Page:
Back in university, I had to watch Hunger (2008), a film about the prison hunger strikes that occurred in Northern Island during the early 1980s. Despite being a brilliant film, I’m never going to watch it ever again. It left me feeling pretty numb, so I have no plans to revisit it.
With that in mind, it’s clear how films can seriously effect us emotionally. Certain films lend themselves well to repeat viewings, but there are also those that we don’t want to see again, or at least any time soon. This is usually because they’re too depressing, disturbing, or emotionally draining. So, take a look at my list of five great films that you’ll only watch once.
If you’re like me and are drawn to challenging and slightly morbid films, then Shame should be on your watch-list. However, the first time you watch it will likely be your last. The film tells the story of Brandon Sullivan (Michael Fassbender), a man struggling with a sex addiction. Shame is a fascinating exploration of what’s it like to be a human being with such a life-altering addiction. It’s a captivating film and very courageous in its execution.
However, Shame is simply too emotionally strenuous to want to sit through again, and requires a large amount of investment in Fassbender’s character. It’s quite a dark and harrowing film as well, so I don’t think revisiting it will be high on your agenda.
Tony Kaye’s Detachment is a drama film about the high school education system, starring Adrien Brody as substitute teacher, Henry Barthes. The film follows his journey through a failing school, as he develops a genuine bond with the pupils in his class, as well as caring for a teenage runaway who unexpectedly enters his life. Detachment also chronicles the lives of various other teachers, all of which are pretty miserable. The film is excellent. It presents such a realistic image of high school life and troubled teenagers. It has a great cast, tremendous performances and great writing.
So why will you only watch it once? Because it’s really depressing, is my answer. For such an excellent film, there is very little happiness. Detachment explores bullying, isolation, death and just generally much of the horrible parts of life. Nevertheless, it’s still a film I highly recommend, but I’d be quite surprised if you were eager to see it again.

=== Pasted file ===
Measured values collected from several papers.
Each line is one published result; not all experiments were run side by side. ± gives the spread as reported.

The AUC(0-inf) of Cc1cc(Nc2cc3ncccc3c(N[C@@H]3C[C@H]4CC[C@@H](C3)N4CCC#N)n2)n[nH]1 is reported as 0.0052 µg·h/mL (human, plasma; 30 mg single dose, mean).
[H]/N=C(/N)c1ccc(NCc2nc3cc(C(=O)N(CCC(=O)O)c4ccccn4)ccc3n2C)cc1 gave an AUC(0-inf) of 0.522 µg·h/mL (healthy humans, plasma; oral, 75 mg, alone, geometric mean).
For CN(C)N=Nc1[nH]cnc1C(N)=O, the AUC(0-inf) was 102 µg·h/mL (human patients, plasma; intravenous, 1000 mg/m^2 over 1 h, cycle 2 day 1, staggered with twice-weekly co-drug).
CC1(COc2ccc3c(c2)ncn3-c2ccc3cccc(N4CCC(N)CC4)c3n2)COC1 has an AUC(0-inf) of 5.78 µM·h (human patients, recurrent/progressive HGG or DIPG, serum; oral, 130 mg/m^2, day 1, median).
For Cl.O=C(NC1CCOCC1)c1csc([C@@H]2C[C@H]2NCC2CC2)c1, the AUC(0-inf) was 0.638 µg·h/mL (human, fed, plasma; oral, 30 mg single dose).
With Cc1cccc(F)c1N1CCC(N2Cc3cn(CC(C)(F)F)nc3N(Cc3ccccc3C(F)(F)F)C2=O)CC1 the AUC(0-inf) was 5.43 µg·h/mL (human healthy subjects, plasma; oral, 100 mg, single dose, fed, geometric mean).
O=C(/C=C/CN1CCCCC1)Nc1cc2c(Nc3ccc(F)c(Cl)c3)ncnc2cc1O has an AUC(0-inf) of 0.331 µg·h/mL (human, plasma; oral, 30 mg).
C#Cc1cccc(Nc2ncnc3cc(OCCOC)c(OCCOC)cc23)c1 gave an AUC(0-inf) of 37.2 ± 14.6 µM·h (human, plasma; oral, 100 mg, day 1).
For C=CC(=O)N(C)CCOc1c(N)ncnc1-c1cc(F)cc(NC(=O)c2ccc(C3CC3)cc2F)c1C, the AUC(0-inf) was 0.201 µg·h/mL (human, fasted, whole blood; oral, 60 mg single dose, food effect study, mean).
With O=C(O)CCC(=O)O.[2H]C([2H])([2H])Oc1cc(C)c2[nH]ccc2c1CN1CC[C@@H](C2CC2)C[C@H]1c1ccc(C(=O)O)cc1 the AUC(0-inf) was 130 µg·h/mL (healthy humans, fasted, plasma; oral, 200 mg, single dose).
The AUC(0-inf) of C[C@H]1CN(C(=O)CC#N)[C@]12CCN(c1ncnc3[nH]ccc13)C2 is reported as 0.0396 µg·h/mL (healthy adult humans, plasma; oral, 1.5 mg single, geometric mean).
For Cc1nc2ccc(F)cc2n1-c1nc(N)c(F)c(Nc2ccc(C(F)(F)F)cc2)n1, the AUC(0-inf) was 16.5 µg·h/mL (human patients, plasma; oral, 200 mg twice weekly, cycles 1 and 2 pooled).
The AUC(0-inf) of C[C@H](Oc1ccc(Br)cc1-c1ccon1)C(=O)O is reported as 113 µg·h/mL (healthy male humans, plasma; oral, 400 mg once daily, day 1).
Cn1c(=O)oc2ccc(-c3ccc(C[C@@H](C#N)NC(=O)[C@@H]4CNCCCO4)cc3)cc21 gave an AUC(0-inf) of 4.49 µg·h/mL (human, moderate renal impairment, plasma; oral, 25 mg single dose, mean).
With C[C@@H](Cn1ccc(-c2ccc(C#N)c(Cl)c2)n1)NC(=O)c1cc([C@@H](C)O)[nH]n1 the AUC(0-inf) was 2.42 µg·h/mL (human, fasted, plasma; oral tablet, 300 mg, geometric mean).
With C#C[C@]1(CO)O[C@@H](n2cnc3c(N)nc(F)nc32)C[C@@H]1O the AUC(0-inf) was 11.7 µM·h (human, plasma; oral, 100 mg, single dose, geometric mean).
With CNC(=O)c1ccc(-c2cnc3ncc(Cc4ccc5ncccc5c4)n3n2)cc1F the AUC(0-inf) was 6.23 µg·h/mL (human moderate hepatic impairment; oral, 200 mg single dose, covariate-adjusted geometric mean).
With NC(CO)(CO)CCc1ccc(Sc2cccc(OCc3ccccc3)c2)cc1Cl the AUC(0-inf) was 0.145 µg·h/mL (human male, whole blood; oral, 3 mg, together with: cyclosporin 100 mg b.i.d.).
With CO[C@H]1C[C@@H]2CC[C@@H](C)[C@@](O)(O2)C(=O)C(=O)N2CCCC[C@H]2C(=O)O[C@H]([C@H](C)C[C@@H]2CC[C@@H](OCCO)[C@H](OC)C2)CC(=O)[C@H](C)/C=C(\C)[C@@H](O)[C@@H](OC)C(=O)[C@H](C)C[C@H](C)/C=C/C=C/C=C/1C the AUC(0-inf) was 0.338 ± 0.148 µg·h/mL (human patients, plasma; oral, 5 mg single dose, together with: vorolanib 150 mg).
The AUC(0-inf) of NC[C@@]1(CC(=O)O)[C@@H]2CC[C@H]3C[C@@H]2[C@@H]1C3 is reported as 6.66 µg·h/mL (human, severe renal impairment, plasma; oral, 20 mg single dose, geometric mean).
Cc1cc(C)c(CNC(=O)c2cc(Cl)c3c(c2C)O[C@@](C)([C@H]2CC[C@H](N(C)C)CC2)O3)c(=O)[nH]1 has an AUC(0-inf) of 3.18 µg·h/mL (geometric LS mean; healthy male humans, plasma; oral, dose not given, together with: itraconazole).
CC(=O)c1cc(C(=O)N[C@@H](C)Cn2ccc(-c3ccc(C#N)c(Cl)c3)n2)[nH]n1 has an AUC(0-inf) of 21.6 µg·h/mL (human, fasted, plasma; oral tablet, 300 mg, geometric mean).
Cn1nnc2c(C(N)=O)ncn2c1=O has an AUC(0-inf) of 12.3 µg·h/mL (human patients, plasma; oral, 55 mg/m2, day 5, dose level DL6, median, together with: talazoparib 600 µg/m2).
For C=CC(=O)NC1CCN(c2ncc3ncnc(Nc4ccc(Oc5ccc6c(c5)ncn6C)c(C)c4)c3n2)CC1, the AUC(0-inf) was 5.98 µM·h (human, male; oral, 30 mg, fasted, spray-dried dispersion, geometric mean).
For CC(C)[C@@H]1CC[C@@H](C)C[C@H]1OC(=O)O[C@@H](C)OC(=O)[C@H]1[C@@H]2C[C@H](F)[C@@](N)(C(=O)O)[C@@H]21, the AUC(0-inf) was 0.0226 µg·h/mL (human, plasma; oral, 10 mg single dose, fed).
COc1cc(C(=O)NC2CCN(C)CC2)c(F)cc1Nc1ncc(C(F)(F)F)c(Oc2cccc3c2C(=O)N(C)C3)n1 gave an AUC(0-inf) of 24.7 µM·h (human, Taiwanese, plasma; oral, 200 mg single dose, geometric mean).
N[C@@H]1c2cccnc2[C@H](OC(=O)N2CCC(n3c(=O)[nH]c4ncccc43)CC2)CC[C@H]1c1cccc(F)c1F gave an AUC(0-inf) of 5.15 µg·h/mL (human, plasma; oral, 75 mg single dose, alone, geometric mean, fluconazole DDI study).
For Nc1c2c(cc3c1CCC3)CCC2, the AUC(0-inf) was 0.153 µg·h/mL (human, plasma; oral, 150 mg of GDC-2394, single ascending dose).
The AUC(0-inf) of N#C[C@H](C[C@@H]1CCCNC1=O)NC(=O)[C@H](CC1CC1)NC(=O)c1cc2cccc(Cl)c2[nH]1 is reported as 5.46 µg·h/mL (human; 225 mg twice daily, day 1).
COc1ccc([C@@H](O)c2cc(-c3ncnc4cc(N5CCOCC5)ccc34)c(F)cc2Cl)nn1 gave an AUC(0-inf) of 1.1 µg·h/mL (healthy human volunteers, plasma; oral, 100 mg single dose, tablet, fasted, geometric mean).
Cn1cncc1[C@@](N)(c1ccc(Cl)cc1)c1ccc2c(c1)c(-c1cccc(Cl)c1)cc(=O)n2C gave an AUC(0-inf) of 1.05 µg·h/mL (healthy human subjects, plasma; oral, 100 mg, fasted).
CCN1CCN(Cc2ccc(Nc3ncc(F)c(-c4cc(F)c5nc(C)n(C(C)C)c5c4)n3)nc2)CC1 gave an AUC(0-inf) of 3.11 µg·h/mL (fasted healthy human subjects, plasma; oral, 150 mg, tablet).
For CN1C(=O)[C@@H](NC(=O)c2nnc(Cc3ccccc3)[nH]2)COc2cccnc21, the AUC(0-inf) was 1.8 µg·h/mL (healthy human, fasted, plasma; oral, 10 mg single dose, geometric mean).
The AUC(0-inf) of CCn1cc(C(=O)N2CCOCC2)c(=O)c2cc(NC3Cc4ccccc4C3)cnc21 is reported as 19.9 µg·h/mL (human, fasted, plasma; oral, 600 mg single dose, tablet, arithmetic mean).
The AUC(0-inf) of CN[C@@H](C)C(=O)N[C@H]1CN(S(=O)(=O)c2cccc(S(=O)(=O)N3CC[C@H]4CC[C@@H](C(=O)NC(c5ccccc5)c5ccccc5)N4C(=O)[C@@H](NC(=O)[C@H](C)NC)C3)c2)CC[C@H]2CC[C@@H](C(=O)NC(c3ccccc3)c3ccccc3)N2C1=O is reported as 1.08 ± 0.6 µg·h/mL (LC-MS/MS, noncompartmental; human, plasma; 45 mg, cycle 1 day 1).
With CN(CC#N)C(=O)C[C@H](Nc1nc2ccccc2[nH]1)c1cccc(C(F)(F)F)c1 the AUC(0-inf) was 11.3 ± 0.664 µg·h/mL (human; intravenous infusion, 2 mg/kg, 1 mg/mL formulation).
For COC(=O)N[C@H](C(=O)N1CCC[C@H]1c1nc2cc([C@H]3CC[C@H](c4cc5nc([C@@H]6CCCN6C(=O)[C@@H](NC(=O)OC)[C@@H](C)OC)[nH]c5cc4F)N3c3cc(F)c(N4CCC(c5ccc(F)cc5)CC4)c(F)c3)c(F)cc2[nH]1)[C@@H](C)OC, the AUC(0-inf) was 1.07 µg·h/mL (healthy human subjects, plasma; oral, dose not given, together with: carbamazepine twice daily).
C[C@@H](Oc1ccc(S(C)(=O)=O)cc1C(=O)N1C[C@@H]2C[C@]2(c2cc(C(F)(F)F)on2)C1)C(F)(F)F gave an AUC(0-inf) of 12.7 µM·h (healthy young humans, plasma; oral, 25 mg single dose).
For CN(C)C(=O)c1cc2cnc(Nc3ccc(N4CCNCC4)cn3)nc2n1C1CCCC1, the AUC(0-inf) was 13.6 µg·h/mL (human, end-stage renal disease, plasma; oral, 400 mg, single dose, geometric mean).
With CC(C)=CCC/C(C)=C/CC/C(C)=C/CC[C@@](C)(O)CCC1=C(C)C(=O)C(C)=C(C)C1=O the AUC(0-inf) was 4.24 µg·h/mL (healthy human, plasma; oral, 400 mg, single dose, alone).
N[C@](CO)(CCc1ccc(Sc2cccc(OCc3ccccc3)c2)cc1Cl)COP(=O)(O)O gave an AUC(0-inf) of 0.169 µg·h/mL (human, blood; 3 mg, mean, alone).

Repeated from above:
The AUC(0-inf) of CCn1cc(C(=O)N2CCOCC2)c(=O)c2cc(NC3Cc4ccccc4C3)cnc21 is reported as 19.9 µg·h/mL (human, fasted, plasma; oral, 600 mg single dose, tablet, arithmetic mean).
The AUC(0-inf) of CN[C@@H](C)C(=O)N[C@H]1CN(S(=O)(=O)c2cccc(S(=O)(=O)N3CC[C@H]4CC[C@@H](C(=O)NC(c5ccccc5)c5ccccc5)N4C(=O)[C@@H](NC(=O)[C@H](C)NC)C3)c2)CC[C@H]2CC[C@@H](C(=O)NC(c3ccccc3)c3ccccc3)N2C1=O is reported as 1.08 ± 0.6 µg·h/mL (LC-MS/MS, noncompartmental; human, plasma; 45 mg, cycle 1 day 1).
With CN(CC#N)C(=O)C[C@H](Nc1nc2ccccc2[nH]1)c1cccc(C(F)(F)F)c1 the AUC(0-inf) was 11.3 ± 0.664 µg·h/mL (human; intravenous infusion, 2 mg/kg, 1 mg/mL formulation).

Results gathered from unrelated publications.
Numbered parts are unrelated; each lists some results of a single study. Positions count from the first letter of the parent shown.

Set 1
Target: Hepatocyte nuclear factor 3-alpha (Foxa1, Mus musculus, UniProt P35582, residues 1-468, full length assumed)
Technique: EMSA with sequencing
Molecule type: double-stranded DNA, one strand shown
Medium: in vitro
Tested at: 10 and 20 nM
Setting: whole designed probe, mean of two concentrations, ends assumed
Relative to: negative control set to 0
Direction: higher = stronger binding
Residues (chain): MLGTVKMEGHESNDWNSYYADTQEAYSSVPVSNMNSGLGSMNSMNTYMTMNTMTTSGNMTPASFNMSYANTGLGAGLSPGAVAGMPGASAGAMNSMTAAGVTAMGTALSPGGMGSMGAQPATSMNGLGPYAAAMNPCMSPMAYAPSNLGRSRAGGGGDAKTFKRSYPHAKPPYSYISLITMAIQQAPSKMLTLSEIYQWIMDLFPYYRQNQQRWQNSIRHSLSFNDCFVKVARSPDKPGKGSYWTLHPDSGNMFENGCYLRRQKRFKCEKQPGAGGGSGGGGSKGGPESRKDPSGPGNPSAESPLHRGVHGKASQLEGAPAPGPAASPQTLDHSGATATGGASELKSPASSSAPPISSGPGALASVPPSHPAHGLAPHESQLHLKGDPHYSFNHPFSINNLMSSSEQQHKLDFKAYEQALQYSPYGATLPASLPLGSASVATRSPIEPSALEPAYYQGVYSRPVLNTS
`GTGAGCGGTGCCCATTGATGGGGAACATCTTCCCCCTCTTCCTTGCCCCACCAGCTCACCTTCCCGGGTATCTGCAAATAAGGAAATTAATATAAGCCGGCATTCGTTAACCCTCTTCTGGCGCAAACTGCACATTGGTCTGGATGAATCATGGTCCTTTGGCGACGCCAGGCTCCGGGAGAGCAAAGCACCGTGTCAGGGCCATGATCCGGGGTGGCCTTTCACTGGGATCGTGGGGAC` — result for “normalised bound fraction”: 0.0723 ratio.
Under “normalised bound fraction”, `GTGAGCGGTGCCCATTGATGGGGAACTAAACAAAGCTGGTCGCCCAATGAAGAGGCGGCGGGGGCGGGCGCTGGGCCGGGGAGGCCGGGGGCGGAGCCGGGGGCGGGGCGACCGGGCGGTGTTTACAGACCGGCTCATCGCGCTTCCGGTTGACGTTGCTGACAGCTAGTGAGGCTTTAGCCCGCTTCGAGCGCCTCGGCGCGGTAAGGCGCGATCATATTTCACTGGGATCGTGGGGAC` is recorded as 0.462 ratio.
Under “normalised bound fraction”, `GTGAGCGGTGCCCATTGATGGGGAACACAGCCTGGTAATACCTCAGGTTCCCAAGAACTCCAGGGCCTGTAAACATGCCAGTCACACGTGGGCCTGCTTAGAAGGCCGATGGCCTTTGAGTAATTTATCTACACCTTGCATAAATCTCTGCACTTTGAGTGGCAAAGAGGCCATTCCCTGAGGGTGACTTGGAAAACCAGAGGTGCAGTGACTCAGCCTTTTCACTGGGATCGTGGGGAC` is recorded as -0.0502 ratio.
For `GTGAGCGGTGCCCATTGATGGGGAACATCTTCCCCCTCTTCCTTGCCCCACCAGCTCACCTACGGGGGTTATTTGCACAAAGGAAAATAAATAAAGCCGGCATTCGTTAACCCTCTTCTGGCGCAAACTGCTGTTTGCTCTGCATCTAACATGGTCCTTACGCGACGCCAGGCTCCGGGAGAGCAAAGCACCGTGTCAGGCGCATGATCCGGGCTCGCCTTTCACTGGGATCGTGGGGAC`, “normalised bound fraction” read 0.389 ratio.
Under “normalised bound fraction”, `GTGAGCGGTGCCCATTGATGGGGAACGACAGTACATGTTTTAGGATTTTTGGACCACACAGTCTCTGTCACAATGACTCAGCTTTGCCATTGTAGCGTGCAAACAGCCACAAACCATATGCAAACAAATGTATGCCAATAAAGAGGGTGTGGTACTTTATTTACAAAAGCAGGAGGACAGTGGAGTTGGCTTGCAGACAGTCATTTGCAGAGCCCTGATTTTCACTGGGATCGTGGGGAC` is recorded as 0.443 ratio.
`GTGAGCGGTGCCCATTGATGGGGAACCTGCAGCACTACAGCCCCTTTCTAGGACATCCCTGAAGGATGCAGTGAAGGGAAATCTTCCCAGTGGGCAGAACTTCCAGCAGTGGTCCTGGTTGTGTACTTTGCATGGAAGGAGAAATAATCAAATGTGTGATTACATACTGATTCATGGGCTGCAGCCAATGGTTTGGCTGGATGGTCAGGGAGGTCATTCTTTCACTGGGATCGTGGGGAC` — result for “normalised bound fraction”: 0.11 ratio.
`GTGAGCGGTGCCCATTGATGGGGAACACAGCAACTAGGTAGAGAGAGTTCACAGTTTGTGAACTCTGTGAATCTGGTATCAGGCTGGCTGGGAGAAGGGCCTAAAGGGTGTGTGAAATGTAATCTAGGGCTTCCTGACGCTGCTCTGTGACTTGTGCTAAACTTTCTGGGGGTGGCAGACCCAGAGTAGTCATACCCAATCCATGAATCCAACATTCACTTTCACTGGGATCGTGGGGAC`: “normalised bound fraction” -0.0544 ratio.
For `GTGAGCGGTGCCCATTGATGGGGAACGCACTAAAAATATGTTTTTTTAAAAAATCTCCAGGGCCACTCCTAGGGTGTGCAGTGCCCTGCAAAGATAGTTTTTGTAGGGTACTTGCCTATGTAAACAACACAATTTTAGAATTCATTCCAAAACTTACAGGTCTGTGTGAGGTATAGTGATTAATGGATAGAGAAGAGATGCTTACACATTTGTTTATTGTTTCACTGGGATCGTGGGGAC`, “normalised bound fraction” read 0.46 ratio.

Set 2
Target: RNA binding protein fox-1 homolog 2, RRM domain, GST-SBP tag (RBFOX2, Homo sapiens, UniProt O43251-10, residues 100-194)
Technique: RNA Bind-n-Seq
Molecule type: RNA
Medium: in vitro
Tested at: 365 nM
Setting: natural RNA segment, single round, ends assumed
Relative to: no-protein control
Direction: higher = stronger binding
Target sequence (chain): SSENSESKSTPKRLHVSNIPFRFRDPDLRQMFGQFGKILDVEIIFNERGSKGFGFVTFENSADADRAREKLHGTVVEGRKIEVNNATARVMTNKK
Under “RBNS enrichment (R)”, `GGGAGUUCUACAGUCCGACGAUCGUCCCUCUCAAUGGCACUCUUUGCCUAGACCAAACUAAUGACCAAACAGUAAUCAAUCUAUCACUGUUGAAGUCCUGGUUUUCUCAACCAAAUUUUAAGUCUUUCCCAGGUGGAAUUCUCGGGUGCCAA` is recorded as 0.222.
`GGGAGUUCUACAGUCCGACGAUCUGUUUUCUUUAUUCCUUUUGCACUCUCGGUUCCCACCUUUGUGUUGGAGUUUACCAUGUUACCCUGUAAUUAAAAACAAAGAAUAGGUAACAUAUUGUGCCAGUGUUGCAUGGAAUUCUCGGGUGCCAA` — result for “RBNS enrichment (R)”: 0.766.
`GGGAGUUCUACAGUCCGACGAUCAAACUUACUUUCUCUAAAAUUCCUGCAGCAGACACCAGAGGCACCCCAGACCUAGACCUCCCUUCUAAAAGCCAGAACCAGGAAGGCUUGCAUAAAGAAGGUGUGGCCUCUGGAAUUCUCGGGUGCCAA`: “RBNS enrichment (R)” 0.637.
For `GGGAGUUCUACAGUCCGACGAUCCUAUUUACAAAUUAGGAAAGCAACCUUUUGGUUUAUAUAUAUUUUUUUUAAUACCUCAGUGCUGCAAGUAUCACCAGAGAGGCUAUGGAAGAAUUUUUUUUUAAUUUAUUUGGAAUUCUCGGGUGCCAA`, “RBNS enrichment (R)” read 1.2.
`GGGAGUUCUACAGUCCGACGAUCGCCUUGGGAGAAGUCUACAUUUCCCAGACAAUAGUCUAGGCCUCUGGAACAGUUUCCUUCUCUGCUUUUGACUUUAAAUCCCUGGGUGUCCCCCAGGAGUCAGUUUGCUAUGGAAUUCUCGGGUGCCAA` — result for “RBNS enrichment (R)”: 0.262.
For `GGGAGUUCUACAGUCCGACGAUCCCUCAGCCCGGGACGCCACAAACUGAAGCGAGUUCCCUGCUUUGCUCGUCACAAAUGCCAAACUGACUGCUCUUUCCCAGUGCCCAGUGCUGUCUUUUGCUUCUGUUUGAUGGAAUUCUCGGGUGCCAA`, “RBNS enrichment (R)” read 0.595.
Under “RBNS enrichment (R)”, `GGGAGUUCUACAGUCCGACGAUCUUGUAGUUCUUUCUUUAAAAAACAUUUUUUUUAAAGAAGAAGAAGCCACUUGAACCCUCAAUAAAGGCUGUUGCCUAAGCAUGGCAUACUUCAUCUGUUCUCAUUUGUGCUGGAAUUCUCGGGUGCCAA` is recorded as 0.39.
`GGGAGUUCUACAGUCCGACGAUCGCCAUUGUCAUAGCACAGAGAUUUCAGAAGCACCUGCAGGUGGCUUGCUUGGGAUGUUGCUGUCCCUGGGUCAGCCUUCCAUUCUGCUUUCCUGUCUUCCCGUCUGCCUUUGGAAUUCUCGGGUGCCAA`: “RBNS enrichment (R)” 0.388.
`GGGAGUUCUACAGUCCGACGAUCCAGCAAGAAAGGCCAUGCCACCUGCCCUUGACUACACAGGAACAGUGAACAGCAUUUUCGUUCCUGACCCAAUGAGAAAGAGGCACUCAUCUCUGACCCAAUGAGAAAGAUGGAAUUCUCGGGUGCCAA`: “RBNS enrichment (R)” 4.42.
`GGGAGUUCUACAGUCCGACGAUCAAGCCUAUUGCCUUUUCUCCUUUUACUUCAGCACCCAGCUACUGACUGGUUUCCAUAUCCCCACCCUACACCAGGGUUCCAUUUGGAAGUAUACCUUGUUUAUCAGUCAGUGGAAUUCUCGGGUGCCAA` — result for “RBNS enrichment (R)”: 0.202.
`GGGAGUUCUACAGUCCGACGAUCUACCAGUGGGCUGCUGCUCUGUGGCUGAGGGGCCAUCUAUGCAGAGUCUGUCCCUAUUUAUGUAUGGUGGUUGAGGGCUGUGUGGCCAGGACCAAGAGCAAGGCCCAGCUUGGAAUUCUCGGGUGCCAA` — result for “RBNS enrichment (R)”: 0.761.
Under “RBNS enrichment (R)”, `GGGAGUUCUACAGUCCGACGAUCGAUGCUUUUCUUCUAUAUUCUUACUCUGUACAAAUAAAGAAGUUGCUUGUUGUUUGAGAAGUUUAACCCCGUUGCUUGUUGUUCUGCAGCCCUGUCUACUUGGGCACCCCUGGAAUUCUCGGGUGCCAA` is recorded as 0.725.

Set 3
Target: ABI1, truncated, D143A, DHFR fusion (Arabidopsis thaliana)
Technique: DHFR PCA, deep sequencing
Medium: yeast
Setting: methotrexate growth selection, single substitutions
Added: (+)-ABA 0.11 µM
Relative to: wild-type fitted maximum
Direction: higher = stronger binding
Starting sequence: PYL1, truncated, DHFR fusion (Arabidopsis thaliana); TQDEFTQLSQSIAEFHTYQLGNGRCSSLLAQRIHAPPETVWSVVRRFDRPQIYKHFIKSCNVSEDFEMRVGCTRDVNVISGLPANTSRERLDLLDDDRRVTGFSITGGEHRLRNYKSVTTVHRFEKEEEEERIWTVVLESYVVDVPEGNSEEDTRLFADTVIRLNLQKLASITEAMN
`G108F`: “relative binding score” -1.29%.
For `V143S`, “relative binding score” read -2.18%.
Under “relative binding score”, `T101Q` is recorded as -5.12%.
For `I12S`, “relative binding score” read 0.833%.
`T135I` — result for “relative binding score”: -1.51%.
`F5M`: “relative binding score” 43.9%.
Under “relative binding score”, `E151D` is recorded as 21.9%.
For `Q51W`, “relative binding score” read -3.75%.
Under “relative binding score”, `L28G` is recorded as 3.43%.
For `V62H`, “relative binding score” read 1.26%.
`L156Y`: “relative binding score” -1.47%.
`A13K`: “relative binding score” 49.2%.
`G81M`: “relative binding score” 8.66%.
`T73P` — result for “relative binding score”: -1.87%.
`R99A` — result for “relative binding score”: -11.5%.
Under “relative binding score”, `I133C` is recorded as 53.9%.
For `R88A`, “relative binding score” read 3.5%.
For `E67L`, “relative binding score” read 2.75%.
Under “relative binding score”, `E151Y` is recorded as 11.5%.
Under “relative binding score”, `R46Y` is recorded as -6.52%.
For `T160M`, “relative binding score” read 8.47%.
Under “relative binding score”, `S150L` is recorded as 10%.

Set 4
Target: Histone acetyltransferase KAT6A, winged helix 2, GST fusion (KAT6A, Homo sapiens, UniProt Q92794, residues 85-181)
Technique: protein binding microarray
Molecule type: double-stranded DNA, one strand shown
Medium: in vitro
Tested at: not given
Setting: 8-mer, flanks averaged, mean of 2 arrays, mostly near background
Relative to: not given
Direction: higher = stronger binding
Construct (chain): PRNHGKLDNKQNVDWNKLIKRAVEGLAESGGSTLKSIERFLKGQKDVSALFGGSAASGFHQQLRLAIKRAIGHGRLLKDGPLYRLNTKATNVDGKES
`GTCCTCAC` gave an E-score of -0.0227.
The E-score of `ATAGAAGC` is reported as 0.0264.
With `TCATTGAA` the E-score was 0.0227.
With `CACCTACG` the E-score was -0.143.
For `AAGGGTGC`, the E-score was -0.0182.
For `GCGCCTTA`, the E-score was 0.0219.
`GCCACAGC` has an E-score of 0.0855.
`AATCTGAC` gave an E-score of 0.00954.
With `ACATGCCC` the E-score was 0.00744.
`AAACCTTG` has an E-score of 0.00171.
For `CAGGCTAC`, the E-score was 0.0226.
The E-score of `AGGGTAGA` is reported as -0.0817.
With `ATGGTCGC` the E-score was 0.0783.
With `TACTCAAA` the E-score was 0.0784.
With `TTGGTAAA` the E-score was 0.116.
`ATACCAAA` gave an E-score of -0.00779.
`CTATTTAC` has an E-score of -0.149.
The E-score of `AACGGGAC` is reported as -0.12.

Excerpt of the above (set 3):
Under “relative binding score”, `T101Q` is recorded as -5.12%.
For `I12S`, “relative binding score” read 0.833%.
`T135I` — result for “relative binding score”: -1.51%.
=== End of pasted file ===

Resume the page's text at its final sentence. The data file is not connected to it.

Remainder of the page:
Fish Tank (2009)
Embarrassingly, it took me ages to work out why Fish Tank is named as it is. The main character Mia Williams (Katie Jarvis), is a socially isolated teen, who’s on the periphery and trapped in her own environment. Just like being in a fish tank (See, pretty cool title, right?)
The film is about her troubled life, living with her party-animal single mother, on an East London council estate. Fish Tank is a compelling and raw depiction of low working class life. It’s a really good film that makes you think about society, but Fish Tank has a level of grittiness that makes it difficult to want to watch again. It’s very bleak in places, but definitely a film worth seeing, and it’s a great addition to British cinema.
United 93 (2006)
Now, I don’t think I really need to explain why you most likely won’t watch United 93 more than once. The film is an account of the courageous acts by the passengers who were held hostage on United Airlines Flight 93, during the September 11 attacks. United 93 is hands-down the saddest film I’ve ever seen in my life. But you have to credit Paul Greengrass for making such a confident and unflinching film. It’s incredibly well-made and presented in real time. Despite being so sad, it’s an exceptional film.
The Woodsman (2004)
The Woodsman is arguably the most powerful film on this list. It follows convicted sex offender and paedophile Walter (Kevin Bacon), who has just been released from prison after a 12 year sentence. The film is about his attempt to re-enter society.
When I watched this film, I was astonished by the amount of dedication it must have taken to make a film like this. It’s also a bold move from first-time director, Nicole Kassell. Believe it or not, Walter isn’t presented as a complete monster, as he knows his compulsion is wrong, but he isn’t under any circumstances an object for our sympathy. The Woodsman is an intriguing character study, that tackles a taboo subject so honestly, but it’s far too disturbing to want to see again. It’s an uncomfortable watch even on the first viewing, but I really recommend this film for anyone who can handle it.
Do you agree with my list? Are there any other films you think could have been added?
Obviously, it’s a matter of opinion and there’s a chance you may have seen some of these films more than once. Feel free to comment your opinions.
Also, you might be interested in my other film lists here.